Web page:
MacArthur famously vowed "I shall return" when he landed in Adelaide after his hasty exit from Manila. And return he did in 1945, but not without cost. This cemetery, containing 17,000 bodies which were identified of the 36,000 US servicemen and Filipino "Scouts" who died in this theatre of war, is the largest outside the US. It manages not only to be spiritual, beautiful and multicultural, but highly informative. Reserve some time to study the names of the 36,000 on the monumental walls, then study the mosaic maps that explain the Philippines' central position in World War II on a heroic scale. See abmc.gov/cemeteries-memorials/pacific/manila-american-cemetery

MAKATI MALLS

If Filipinos love church, they love shopping malls even more (it may have as much to do with the airconditioning as the bargain prices). The high rise city of Makati is the country's financial centre, with most of the country's major banks and corporations based here, along with the trading floor of the Philippine Stock Exchange, many embassies and international hotels. Unsurprisingly, Makati is the richest city in the Philippines, though only half of the million people who work in Makati can afford to live here. The good news, from a tourist perspective, is that Makati is safe and you can stroll to most of the places of interest on a series of elevated walkways which conveniently link most of the malls. See makati.gov.ph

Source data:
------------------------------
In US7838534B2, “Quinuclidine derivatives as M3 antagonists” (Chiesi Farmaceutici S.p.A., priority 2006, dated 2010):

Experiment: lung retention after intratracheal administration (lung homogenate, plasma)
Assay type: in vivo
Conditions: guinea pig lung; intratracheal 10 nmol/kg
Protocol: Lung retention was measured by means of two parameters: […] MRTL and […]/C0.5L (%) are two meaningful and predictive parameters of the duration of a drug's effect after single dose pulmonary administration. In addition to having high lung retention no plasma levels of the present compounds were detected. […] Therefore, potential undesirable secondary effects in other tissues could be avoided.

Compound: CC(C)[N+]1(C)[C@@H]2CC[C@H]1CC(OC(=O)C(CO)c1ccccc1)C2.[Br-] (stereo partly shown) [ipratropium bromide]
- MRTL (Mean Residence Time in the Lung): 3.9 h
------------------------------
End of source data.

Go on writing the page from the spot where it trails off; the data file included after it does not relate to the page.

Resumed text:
BONIFACIO GLOBAL CITY